I have never worked in fashion or advertising, but I guess the biggest difference is that you are bringing the Director’s vision to life. The Director is the “story keeper” and it is imperative to remember that when you are working on a film or television show. The actor/actress will have some say as well, but the ultimate decision is from the Director. Then I have to keep the “continuity” every single day because film and television can be filmed out of sequence. We bring to life characters that have to be believable and time appropriate and we help the actor/actress get into that character. A larger film can bring a crew and cast together for very long periods of time and that is when you really start to develop the important relationships.
What products have stood the test of time in your pro kit that you continually repurchase/have to have in your store cupboard?
Senna Cosmetics and Temptu Airbrush are really the only two brands that are consistent in both of my kits. The products just work amazingly on film and television. Recently, I have been loving B3 Balm, Kosas, Glossier, Sian Richards of London and Cozzette. Those brands are working their way to becoming “staple” brands in both my kits too.
Tell us three products you’re currently loving and why?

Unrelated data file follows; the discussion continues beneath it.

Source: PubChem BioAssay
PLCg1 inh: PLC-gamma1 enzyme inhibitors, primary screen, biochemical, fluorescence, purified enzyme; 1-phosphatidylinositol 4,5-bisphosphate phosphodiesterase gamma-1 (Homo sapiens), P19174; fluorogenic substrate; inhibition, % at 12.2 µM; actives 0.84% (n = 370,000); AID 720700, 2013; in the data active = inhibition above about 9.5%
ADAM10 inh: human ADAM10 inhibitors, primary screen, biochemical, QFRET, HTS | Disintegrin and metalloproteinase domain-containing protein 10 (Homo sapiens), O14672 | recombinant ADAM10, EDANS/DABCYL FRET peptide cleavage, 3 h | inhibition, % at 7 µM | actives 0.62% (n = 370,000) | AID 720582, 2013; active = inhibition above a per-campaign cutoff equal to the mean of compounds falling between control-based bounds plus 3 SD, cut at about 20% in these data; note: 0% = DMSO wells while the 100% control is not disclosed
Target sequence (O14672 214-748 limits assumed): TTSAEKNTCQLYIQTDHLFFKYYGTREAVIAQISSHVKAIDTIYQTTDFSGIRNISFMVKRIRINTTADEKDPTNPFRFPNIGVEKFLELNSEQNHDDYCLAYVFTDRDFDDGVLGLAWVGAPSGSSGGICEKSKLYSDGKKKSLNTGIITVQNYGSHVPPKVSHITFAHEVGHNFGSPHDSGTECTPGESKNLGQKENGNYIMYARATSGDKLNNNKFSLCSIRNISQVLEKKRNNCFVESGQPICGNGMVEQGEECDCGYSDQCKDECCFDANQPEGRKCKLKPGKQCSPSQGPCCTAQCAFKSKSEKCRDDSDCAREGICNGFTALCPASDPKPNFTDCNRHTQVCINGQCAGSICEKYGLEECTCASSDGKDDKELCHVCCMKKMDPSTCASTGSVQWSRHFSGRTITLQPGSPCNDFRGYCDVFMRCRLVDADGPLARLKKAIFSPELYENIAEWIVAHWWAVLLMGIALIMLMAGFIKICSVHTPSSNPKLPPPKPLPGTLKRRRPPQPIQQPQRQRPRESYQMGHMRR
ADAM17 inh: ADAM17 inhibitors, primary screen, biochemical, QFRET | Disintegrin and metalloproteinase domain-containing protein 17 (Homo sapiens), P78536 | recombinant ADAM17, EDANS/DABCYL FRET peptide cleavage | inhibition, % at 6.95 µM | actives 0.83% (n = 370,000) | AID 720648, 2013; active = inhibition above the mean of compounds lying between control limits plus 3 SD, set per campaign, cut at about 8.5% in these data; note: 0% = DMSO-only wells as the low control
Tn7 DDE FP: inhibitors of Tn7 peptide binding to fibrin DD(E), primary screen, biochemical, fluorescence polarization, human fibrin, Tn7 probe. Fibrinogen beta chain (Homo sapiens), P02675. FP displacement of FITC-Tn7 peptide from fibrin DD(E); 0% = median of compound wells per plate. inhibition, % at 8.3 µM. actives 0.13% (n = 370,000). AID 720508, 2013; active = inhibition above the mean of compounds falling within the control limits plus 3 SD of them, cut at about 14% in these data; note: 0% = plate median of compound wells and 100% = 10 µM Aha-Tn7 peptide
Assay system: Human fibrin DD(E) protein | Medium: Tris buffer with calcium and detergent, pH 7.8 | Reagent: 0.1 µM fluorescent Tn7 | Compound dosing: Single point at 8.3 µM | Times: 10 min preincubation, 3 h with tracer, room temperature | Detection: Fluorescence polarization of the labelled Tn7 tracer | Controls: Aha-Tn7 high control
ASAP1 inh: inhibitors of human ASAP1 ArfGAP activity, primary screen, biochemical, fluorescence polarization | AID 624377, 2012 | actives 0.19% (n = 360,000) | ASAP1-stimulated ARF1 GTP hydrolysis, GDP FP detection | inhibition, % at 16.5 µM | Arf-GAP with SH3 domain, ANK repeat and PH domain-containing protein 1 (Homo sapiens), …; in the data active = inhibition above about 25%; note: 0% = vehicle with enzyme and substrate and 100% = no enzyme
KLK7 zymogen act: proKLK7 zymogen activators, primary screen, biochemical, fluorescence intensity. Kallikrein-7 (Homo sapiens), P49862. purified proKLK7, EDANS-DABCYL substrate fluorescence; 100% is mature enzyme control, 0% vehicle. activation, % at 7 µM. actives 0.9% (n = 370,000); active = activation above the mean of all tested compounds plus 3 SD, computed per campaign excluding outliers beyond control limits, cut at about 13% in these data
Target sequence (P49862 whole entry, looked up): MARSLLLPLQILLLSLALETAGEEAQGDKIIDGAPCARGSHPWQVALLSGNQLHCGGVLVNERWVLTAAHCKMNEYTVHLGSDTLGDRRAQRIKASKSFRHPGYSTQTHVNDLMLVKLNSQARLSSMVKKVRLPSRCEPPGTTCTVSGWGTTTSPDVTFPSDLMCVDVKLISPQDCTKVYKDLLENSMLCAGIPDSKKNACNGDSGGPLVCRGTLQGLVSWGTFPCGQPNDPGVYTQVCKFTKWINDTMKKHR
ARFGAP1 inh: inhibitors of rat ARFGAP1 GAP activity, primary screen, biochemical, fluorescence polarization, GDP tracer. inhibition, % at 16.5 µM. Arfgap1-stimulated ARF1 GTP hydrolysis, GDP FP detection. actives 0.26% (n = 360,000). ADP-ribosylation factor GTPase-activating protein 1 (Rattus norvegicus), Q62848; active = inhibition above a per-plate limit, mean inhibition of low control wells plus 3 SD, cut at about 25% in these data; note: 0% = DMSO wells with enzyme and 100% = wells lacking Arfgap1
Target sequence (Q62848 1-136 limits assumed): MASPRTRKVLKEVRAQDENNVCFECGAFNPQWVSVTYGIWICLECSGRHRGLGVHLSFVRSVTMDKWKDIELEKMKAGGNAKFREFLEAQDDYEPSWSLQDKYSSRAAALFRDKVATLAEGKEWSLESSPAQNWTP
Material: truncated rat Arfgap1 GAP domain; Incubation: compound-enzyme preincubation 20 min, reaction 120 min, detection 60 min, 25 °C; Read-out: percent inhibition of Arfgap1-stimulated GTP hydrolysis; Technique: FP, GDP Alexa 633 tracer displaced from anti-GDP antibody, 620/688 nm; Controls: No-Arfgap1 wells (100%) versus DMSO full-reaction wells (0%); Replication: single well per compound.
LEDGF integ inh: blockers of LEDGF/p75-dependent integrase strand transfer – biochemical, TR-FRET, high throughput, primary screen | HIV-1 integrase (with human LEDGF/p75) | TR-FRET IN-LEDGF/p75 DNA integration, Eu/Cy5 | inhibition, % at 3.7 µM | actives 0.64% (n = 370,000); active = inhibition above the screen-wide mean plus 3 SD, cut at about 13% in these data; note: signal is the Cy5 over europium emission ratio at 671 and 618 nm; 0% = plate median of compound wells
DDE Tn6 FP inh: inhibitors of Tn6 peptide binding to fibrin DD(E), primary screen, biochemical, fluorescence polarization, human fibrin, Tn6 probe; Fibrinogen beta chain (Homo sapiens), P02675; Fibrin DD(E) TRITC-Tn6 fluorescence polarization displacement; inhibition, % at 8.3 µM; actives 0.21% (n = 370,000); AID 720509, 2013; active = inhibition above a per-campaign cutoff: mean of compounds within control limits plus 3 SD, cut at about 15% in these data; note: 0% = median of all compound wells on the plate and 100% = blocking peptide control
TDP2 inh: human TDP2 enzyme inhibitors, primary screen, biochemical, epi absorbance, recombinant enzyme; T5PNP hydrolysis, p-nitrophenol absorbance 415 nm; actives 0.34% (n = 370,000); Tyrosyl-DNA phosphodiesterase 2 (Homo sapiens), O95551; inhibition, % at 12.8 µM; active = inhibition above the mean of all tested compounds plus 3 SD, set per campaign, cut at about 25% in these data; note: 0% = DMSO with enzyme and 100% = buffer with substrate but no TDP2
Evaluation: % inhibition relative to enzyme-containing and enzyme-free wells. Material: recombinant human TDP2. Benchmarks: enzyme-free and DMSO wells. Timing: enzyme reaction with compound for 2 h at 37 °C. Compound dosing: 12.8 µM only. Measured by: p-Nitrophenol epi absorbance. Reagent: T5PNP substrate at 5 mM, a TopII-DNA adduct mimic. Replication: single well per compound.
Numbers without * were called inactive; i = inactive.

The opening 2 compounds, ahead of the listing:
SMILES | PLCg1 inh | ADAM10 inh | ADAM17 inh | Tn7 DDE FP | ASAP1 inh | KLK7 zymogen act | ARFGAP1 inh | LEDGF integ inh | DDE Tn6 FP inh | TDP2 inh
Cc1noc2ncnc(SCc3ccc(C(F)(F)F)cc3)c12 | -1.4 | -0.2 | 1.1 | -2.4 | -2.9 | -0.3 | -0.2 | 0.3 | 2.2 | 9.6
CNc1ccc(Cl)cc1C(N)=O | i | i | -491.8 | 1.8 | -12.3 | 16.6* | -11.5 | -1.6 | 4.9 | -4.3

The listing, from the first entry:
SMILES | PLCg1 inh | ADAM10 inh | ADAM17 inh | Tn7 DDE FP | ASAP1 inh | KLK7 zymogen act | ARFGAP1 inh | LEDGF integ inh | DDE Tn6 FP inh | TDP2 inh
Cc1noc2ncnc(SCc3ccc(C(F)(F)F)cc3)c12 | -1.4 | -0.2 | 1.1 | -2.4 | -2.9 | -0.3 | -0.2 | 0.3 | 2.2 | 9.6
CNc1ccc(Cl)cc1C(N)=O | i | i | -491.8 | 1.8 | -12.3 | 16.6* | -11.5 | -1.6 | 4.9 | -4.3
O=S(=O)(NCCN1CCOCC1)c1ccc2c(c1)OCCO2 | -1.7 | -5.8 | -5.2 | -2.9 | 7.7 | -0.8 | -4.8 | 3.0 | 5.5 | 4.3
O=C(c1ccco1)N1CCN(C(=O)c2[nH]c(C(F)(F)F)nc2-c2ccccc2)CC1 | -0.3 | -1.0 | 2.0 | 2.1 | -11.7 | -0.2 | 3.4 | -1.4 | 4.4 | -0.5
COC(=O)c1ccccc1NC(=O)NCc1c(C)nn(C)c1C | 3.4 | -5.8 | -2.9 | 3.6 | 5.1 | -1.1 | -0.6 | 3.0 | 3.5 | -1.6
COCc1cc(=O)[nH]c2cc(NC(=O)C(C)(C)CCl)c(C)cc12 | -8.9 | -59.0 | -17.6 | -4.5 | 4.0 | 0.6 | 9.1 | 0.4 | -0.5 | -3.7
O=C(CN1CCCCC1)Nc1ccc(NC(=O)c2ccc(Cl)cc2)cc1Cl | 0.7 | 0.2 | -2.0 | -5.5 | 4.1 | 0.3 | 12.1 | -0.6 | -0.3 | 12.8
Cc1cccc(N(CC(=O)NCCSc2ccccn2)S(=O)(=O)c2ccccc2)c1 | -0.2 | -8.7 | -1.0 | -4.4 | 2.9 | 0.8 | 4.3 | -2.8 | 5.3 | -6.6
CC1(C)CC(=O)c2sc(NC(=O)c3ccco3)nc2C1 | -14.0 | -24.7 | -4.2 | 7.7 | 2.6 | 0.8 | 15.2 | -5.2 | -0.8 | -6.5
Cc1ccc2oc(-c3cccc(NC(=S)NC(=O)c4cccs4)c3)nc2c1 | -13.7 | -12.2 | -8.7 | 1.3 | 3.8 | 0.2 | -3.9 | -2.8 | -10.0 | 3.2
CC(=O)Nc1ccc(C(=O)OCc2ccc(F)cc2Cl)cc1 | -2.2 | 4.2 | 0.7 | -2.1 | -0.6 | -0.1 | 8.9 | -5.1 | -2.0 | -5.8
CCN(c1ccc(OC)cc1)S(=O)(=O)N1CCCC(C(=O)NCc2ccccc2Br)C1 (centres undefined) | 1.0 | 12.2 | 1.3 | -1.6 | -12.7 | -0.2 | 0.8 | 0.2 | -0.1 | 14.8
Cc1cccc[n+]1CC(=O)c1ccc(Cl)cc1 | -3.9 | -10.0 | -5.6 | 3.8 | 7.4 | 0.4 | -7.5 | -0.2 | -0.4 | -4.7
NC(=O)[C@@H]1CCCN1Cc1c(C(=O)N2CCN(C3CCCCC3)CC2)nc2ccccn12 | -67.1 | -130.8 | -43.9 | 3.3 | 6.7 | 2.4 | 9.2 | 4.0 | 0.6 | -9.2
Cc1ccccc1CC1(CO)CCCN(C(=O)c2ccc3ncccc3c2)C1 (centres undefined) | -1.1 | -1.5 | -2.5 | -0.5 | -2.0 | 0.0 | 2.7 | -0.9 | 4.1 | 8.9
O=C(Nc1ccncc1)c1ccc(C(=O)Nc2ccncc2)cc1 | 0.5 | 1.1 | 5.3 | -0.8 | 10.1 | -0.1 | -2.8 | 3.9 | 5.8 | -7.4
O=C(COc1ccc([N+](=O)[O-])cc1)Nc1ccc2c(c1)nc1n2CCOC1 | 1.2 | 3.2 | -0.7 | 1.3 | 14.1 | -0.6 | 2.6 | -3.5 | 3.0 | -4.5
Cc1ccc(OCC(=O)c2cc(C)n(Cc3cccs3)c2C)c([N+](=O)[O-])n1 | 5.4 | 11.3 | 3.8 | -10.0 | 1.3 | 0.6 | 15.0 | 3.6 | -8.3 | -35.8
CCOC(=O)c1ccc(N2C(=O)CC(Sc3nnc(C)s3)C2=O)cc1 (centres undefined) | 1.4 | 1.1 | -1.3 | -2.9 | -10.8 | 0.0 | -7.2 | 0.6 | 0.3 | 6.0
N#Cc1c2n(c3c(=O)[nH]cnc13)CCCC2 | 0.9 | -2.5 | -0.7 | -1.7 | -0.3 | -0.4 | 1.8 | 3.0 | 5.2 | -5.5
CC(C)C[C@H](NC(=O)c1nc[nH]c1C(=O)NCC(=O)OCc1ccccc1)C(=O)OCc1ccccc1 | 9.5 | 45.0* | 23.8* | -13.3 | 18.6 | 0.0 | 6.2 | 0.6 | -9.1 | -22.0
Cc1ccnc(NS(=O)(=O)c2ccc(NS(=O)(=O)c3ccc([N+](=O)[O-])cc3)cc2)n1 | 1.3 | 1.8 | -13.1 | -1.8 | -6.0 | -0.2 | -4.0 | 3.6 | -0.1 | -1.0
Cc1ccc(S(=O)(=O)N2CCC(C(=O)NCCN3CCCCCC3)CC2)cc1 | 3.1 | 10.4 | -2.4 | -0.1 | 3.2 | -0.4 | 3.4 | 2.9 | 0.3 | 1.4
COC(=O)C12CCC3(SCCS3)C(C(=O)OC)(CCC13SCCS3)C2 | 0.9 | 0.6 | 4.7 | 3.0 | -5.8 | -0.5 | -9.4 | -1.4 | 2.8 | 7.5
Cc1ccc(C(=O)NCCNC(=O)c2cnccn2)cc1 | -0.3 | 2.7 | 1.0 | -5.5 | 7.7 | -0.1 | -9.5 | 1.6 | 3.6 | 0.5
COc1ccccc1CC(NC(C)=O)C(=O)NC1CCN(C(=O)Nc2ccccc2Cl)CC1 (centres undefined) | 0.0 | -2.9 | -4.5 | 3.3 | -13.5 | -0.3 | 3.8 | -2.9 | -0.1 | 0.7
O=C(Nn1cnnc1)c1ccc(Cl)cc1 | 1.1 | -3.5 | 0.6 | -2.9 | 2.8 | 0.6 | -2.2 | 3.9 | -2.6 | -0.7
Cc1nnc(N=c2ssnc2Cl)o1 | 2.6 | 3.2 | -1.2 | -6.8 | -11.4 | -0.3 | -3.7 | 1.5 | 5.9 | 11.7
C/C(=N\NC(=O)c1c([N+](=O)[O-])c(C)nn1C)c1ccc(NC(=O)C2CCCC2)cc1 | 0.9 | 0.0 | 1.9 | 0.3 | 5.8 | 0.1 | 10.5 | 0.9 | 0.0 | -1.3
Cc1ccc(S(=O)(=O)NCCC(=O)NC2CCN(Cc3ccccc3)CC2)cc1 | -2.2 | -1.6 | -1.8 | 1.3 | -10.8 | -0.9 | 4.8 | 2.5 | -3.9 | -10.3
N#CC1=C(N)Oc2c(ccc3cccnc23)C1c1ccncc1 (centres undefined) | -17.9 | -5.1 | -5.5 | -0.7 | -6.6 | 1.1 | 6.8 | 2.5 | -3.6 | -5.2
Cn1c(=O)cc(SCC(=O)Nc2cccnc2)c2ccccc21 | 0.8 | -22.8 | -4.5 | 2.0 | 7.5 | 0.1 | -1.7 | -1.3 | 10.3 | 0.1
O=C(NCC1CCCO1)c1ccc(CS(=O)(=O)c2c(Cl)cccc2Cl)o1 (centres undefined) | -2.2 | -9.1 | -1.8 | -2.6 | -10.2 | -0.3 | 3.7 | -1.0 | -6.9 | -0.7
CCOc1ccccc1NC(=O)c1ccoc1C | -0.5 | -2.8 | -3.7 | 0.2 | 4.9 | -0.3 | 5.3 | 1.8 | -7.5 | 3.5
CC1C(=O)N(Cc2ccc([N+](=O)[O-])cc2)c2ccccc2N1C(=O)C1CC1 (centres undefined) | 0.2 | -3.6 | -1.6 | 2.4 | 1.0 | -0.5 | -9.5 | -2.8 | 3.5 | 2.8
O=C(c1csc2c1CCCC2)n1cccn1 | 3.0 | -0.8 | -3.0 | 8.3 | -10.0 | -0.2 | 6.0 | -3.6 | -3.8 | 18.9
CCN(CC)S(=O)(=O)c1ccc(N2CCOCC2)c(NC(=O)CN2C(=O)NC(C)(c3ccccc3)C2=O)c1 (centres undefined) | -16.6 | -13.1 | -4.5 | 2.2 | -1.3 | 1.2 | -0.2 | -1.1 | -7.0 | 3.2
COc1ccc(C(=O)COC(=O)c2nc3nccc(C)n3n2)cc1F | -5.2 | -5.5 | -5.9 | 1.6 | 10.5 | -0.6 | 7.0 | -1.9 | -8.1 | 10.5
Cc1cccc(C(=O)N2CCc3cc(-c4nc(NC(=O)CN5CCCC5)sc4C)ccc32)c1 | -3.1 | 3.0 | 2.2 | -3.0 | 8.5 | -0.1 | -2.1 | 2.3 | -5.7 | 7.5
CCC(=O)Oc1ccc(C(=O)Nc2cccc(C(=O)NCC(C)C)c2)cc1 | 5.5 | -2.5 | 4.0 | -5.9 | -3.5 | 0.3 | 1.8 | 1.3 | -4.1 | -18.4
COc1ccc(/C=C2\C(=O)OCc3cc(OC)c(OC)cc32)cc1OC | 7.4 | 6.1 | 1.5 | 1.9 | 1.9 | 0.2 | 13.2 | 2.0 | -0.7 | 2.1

1. Temptu AirPods – I get such a flawless finish and a quick application using this brand. Men’s Grooming is a breeze and I can get great coverage with this product. I carry pods in Foundation, Eyeshadow and Blush colors and the Temptu Air is totally compact and cordless so I can transport it to set and touch up easily.
2. Senna Cosmetics Earth, Wind and Fire Eyeshadow Palettes. They are just gorgeous powder shadows that can be used for beauty or for character makeups and look amazing on every skintone.
3. Skin Illustrator Matte Setting Spray – they came out with colors and not just clear spray. You can use them on the lightest to deepest of skin tones and they will create a matte finish that is perfect for camera. Plus, if you need to give your talent a little bit of a tan, then this spray can help do that instead of putting on so much bronzer.